Hong Kong has played a central role in the two great stories of our era — the rise of China and the globalisation of the world economy. More than 30 years ago, China’s emergence as the workshop of the world began just across the border from Hong Kong, powered by the territory’s money, expertise and international connections. Today, Hong Kong continues to serve as a crucial gateway between China and the west.
But the world is now entering a post-globalisation era characterised by populist unrest and rising tensions between the US and China. And once again Hong Kong is central to the story.
For almost two months, the territory of 7.4m people has been hit by a wave of demonstrations. This began as a protest against a proposal to allow suspects to be extradited to mainland China. But it has now spiralled into broader complaints against police violence and demands for fully democratic elections.
Those protests are still going and becoming more violent and unruly. On Sunday night, I had to wear a gas mask in the area around the Financial Times office in central Hong Kong because the streets were so full of tear gas. En route, I passed street fires, makeshift barricades, charging riot police and piles of rubble assembled by protesters to use as missiles.
It is not hard to spot the connection between the disorder in Hong Kong, and the wider stand-off between Washington and Beijing. Watching another chaotic and occasionally violent protest the previous day, I was struck that a number of demonstrators were carrying the US flag — something that China will certainly seize upon to support its contention that America’s “black hand” is manipulating the protests.
Speaking to a group of protesters gathered under the Stars and Stripes, I found them eager to see the US Congress press ahead with a proposed Hong Kong Human Rights and Democracy Act, which threatens to take away Hong Kong’s trade privileges with the US, affecting tariffs and technology transfer, that are not enjoyed by mainland China. This would happen if the territory’s autonomy is threatened by Beijing.
The demonstrators, who were office workers and students, issued a plea to US President Donald Trump, who is admired by many in the Hong Kong democracy movement because of his willingness to impose sanctions on China. Mr Trump’s capriciousness and admiration for authoritarianism should make the Hong Kong demonstrators wary. But the anti-China sentiment in Washington is now bipartisan and influential figures in Congress, including Nancy Pelosi, the Democratic speaker of the House of Representatives, and Republican Senator Marco Rubio, have taken up the cause of Hong Kong.
Even without US sanctions, heavy-handed Chinese intervention — for example, the deployment of the People’s Liberation Army on the streets of Hong Kong — would provoke a spontaneous loss of confidence, prompting international businesses to pull out of the territory.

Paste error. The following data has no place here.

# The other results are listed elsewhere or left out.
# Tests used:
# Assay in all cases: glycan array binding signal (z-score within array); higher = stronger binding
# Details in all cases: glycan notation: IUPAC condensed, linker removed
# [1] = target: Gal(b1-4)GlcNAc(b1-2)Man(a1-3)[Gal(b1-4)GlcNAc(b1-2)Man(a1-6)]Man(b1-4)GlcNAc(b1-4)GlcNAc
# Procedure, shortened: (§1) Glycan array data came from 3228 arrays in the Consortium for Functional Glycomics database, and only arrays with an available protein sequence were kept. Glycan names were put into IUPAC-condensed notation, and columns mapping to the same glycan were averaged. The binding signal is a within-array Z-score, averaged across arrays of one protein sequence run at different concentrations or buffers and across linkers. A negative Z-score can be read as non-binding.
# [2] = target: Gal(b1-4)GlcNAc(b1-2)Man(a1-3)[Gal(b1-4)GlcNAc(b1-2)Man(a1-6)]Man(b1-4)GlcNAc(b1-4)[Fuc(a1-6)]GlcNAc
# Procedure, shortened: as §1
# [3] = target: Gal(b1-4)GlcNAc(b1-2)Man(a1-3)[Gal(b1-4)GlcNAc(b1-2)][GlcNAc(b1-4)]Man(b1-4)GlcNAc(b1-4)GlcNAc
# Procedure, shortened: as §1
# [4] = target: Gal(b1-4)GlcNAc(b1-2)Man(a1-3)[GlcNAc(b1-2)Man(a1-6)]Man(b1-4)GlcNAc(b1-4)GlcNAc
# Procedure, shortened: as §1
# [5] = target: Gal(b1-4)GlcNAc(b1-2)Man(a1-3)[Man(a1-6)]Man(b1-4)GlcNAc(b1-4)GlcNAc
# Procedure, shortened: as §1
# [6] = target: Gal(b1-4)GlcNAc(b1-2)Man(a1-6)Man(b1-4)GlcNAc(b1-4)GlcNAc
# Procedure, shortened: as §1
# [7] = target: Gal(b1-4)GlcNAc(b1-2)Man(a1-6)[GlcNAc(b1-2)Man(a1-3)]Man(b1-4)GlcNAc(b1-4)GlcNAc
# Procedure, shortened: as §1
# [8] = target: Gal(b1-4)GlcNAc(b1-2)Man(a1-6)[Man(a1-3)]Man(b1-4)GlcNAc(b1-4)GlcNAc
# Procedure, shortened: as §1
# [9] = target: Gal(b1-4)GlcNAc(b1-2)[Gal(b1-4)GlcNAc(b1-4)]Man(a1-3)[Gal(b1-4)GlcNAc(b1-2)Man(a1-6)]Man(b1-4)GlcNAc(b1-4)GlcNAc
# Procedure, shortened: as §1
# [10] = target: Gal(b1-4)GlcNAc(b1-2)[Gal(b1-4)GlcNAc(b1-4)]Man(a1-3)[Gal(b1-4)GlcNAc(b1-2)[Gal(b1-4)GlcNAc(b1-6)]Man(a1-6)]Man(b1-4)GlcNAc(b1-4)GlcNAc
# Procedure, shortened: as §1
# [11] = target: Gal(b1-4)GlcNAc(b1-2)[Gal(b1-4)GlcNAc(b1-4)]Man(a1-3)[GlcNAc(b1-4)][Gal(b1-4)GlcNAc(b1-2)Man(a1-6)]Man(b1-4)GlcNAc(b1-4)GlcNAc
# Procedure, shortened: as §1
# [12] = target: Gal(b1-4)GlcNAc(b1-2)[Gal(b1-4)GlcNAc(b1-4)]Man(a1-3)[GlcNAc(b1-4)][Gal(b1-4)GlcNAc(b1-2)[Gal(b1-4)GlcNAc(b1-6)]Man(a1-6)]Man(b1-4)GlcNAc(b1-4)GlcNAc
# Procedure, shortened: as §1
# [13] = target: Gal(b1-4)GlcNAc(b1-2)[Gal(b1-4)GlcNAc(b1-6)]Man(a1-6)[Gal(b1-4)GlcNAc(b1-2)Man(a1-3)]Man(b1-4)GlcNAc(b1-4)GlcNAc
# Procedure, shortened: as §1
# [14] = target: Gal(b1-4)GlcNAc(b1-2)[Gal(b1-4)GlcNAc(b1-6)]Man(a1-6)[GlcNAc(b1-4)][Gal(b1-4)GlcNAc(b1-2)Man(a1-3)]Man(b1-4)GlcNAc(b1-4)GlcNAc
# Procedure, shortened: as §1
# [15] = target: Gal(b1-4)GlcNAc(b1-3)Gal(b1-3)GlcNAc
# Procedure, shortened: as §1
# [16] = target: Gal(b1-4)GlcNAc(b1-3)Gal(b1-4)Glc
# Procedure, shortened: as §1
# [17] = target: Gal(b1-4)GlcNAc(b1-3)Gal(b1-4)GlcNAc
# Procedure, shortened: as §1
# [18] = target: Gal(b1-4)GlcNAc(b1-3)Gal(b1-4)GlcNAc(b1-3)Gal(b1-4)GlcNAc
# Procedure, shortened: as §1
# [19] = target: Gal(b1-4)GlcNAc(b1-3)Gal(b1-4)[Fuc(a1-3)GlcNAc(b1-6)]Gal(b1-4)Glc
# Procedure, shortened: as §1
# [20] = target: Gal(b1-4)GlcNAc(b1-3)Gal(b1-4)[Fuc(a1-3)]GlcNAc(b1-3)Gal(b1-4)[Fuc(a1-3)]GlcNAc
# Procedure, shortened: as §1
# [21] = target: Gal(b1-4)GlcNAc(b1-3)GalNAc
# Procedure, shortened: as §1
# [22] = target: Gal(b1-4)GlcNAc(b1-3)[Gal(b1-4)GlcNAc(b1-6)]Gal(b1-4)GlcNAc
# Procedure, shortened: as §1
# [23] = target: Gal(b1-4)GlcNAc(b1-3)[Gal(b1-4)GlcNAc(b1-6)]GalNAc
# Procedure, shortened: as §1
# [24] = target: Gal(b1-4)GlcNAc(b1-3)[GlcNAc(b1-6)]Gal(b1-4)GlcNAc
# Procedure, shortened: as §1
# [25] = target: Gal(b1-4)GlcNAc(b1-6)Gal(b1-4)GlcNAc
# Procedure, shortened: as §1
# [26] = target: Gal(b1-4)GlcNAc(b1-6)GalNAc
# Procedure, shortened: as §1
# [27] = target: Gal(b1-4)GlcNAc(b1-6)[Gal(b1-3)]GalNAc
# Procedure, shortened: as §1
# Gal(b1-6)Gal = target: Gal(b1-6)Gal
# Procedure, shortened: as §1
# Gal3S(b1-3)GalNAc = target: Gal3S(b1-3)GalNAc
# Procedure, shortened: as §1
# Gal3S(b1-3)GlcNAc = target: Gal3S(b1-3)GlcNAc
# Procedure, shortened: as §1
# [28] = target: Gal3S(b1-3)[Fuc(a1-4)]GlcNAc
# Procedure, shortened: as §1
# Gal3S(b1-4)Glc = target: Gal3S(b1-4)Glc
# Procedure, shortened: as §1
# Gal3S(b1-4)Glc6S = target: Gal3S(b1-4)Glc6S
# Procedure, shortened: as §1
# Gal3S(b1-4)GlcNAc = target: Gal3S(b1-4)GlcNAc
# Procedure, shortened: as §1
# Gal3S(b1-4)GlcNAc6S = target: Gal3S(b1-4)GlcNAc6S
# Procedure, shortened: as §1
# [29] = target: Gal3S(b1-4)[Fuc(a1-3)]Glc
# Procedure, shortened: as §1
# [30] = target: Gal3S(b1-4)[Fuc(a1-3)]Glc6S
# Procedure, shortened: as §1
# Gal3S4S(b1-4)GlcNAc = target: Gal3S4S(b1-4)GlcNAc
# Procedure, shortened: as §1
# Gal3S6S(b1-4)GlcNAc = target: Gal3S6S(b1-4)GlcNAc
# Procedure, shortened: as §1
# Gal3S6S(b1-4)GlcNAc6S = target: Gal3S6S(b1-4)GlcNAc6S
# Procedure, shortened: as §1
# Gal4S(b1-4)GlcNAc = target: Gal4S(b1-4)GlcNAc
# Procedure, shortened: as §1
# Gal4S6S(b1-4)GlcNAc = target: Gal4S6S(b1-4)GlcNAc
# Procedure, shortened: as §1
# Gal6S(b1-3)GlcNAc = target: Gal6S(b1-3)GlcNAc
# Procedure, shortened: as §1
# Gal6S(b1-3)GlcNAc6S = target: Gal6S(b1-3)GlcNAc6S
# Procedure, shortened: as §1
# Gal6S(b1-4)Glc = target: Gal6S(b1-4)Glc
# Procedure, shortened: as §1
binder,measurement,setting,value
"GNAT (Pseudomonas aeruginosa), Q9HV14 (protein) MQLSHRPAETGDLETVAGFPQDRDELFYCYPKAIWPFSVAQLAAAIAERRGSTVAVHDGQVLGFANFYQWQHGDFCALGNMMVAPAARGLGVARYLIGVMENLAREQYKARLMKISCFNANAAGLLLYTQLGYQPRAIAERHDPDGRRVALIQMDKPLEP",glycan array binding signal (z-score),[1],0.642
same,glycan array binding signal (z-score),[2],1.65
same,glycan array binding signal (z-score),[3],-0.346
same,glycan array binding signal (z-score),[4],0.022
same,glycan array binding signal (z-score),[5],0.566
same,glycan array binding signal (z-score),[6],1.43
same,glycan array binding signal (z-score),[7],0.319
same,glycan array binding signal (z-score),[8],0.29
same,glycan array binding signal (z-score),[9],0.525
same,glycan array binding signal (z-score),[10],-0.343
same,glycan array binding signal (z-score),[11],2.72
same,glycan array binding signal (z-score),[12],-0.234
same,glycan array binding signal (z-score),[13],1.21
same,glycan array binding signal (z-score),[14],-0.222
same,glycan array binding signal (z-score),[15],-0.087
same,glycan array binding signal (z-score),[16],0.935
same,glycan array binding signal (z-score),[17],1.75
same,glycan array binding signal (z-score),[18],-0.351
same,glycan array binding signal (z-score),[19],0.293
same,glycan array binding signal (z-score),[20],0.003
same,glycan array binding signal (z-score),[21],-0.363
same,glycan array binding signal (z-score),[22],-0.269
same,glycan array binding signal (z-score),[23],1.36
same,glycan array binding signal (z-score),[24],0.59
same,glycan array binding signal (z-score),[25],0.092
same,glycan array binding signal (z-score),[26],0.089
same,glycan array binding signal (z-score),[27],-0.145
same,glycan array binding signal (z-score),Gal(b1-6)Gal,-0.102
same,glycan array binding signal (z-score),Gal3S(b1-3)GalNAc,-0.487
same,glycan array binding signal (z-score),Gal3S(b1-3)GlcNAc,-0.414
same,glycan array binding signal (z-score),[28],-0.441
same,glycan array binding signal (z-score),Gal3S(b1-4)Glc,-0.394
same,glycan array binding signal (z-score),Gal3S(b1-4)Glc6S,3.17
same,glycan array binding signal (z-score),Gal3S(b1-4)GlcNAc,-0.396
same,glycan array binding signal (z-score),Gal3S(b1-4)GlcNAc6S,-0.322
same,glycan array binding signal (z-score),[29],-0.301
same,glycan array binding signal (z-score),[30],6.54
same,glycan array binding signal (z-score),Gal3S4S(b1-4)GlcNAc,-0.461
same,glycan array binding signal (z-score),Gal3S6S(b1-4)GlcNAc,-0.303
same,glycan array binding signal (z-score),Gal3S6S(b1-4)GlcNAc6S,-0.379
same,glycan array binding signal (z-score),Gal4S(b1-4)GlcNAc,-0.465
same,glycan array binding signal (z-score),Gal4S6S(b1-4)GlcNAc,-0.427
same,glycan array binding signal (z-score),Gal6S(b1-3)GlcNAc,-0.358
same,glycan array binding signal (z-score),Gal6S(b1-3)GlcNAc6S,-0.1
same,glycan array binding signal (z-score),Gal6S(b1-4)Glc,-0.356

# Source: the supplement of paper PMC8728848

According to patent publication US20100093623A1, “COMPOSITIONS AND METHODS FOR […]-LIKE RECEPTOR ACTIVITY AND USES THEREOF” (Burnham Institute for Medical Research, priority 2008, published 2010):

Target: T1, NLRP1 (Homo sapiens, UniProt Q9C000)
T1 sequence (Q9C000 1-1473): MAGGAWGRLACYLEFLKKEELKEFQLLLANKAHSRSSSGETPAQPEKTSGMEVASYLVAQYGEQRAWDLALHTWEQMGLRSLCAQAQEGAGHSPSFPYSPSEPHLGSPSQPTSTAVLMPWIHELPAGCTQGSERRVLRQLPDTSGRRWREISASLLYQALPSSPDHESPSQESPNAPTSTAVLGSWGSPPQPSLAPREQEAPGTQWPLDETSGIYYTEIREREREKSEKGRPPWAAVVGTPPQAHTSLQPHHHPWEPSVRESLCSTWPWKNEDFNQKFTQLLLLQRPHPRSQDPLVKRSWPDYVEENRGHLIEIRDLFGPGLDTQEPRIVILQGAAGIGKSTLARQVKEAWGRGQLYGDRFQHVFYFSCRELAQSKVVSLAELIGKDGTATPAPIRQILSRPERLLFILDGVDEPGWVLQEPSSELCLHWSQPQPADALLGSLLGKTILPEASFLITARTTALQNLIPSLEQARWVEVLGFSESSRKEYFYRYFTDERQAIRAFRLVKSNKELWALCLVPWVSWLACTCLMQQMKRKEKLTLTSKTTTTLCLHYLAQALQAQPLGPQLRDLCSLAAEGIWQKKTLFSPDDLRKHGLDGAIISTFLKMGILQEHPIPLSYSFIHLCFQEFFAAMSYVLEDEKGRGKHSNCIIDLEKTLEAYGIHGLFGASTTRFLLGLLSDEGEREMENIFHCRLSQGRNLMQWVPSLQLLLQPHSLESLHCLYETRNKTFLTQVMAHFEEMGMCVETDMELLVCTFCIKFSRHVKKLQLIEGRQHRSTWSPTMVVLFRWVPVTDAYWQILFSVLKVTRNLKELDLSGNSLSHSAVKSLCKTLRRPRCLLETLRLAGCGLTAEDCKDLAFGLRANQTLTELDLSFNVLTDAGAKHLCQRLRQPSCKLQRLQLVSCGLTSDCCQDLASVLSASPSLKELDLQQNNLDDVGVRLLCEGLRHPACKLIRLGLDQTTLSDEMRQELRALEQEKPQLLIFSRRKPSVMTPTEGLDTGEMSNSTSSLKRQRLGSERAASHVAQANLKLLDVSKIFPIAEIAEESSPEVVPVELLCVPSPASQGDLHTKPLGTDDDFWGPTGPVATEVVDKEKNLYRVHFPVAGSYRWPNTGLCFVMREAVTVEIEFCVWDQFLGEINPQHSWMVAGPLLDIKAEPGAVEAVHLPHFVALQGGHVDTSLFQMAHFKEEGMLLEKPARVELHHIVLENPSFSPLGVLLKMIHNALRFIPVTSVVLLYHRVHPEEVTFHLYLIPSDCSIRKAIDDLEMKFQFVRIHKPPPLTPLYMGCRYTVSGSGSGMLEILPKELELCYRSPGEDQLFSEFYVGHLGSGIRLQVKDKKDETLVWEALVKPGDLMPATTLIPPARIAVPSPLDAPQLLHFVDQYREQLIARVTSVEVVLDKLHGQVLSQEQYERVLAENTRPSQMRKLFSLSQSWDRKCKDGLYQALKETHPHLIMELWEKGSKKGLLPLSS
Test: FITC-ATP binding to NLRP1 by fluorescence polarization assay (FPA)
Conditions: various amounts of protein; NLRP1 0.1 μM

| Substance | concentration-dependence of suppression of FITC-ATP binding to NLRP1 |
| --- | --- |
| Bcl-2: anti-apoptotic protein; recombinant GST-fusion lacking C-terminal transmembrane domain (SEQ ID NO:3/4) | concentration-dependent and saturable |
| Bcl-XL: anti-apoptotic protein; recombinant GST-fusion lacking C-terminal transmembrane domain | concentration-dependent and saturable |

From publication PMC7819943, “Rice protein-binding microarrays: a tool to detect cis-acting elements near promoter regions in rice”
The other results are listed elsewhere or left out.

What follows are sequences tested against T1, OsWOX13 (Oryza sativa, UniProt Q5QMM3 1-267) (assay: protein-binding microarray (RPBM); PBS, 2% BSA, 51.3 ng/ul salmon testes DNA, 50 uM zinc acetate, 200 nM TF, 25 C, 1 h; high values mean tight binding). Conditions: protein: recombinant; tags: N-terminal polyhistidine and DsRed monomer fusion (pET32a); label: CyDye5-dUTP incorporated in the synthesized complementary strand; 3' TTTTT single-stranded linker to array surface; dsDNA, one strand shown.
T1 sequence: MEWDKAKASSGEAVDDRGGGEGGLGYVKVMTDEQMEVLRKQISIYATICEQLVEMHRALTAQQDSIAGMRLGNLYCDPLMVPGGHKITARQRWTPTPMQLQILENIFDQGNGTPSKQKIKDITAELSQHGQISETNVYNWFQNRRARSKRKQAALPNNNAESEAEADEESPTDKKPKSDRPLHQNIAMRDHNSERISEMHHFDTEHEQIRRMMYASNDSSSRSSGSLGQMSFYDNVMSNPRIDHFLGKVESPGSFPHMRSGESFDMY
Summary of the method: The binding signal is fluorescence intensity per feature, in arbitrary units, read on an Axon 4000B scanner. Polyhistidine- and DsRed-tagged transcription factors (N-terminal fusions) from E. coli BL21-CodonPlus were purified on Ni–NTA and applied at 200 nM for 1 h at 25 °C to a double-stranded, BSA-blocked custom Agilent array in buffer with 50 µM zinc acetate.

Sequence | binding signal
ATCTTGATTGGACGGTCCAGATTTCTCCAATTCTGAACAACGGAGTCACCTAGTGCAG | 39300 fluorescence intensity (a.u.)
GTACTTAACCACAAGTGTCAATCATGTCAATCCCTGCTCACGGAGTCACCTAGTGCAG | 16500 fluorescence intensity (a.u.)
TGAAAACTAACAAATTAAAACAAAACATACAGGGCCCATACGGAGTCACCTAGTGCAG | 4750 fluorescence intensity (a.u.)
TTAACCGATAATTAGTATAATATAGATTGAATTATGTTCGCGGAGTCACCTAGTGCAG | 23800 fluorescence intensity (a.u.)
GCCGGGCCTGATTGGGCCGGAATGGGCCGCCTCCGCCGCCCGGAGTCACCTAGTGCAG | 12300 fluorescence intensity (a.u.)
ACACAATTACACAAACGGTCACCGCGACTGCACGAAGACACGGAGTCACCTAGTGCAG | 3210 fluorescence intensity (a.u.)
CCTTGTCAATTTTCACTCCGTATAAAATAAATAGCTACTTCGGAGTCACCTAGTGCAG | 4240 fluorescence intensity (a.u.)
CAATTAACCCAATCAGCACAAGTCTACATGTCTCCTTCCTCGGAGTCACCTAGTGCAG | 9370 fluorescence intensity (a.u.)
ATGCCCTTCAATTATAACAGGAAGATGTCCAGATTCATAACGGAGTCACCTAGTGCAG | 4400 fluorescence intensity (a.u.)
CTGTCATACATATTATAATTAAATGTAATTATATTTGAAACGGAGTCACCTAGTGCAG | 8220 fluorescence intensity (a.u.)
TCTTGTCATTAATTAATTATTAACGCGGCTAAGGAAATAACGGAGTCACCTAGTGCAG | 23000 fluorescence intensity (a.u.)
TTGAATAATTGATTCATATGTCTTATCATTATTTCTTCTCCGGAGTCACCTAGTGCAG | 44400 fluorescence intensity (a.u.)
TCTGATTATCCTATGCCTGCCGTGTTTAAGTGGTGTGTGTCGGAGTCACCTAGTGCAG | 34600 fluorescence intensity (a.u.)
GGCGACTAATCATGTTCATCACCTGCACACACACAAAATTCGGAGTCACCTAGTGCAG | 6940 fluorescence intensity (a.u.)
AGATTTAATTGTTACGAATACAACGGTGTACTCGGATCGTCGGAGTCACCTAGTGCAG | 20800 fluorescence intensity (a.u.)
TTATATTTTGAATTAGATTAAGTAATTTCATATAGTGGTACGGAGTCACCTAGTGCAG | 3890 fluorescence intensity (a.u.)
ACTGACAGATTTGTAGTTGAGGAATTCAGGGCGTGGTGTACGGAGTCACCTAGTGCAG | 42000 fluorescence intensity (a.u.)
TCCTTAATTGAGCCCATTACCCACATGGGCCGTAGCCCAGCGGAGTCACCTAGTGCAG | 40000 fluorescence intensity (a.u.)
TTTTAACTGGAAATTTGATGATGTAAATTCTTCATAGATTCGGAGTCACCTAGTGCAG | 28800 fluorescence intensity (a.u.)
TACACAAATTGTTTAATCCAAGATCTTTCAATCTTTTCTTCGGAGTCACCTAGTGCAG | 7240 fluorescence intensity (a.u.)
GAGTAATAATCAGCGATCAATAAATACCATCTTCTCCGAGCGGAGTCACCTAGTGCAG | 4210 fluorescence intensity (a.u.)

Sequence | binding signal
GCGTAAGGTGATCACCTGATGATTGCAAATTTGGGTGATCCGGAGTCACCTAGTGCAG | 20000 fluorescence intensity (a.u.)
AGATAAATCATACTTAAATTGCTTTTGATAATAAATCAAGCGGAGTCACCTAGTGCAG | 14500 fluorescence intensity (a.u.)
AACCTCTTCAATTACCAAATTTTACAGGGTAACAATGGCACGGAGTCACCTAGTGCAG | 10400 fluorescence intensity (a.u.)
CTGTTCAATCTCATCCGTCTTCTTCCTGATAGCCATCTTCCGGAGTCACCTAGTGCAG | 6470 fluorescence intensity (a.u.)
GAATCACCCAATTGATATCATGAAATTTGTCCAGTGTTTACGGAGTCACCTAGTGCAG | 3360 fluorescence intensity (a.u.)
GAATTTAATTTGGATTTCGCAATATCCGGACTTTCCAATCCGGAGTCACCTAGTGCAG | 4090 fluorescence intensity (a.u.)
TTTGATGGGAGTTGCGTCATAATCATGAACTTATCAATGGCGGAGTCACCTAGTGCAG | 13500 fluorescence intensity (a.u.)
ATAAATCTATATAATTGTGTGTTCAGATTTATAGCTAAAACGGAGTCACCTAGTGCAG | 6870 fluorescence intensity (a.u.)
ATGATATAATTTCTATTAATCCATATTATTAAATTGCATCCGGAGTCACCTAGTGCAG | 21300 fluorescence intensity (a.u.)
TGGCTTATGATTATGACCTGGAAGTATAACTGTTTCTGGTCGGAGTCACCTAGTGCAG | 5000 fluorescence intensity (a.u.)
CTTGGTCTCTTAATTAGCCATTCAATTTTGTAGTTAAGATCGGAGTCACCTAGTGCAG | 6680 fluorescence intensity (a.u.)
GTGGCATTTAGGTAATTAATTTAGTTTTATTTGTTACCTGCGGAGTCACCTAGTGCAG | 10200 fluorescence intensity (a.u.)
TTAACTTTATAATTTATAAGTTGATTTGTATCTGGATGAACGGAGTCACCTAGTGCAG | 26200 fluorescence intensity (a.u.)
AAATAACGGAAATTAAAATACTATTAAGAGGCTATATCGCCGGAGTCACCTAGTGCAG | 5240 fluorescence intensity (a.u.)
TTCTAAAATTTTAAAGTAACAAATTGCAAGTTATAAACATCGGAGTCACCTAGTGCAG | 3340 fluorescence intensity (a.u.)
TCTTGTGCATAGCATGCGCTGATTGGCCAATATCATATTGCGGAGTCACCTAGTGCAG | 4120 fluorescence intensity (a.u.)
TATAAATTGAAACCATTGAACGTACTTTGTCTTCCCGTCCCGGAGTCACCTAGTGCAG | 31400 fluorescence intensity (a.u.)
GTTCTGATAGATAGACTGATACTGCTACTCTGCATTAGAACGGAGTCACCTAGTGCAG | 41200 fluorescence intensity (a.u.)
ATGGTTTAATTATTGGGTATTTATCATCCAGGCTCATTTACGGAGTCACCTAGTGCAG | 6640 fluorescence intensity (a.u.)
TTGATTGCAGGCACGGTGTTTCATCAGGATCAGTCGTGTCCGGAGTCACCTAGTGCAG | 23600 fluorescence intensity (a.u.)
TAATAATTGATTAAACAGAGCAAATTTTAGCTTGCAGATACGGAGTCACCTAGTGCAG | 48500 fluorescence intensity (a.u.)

Some argue that Beijing no longer needs Hong Kong to act as a gateway to the west. But although China is now unrecognisably richer than it was 30 years ago, there are certain crucial functions that the territory still performs for the mainland. Chinese companies that want to float their shares on the international markets need Hong Kong, which is the world’s fifth largest stock exchange. The territory also acts as a crucial centre for legal services and insurance. Many wealthy Chinese families have investments and bank accounts in Hong Kong, and will be reluctant to jeopardise their nest-eggs.
Knowing all that, Hong Kong demonstrators hope that the threat of US sanctions will force China to make concessions to their demands. Some even seem eager to see America withdraw Hong Kong’s special privileges, despite the economic damage that would do. They quote a proverb — “Better to die now, in order to be reborn later” — to justify their call for international pressure.
That kind of radical sentiment should alarm Beijing — as should a chant heard on the streets, “Defend Hong Kong, time of revolution”. The slogan was invented by Edward Leung, an activist linked to the Hong Kong independence movement, who is serving a jail sentence.
The need to maintain political control in Hong Kong is likely to be paramount for Beijing. So if the Chinese government thought it would work, it would not hesitate to deploy troops. But the dangers of sending in the PLA are understood in Beijing. Even the nationalistic Global Times recently ran an opinion piece counselling against PLA intervention on the grounds that it would run into local resistance, making it hard to consolidate control.
For the moment, then, it seems most likely that China will try to wait out the demonstrations, hoping that they will lose momentum, as summer turns into autumn and students return to school and university. But the protest movement seems to be escalating, rather than fading away.
In the boom years of globalisation, Hong Kong was always said to be the epitome of a commercial city whose citizens cared little for politics, as long as they could buy, sell and shop. But, across the world, the period when economic concerns always seemed to override politics is over. Once again, Hong Kong is at the forefront of a new era.
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